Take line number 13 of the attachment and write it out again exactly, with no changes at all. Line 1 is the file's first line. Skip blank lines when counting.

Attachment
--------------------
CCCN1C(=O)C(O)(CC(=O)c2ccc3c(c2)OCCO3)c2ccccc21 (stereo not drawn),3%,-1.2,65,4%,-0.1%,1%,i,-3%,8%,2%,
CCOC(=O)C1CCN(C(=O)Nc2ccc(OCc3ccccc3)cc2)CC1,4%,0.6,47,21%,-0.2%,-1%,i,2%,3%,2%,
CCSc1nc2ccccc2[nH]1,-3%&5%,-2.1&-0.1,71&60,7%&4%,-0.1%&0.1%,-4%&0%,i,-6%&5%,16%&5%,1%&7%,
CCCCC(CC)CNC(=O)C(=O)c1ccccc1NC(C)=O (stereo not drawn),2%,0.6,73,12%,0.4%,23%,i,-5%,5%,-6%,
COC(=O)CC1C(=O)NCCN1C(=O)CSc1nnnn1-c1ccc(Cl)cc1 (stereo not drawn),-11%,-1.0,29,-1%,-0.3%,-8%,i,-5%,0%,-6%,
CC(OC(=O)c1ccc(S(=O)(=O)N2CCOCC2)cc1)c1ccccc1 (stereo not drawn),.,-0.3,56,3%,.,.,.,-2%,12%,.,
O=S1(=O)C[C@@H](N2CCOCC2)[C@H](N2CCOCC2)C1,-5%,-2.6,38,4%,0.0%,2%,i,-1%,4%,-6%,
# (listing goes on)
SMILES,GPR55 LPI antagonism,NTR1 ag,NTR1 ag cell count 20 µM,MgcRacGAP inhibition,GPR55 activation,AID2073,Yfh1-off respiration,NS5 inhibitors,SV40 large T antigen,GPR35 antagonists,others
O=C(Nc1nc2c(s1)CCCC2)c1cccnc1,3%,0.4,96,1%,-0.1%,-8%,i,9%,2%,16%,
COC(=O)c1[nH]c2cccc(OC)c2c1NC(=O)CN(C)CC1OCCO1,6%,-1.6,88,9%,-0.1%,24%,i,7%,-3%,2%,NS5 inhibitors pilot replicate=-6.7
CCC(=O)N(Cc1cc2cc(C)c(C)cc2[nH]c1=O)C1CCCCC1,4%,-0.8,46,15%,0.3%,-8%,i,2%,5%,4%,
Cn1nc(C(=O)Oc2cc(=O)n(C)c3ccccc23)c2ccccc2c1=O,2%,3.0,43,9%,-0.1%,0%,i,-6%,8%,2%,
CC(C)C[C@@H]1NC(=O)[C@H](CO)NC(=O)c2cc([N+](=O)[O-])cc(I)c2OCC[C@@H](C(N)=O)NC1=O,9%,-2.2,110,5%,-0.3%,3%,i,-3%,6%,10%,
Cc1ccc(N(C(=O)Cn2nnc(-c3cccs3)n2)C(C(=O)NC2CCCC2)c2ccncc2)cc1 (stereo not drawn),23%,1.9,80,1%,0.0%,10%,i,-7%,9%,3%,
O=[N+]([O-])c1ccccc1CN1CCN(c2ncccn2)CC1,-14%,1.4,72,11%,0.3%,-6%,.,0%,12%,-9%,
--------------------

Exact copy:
Cn1nc(C(=O)Oc2cc(=O)n(C)c3ccccc23)c2ccccc2c1=O,2%,3.0,43,9%,-0.1%,0%,i,-6%,8%,2%,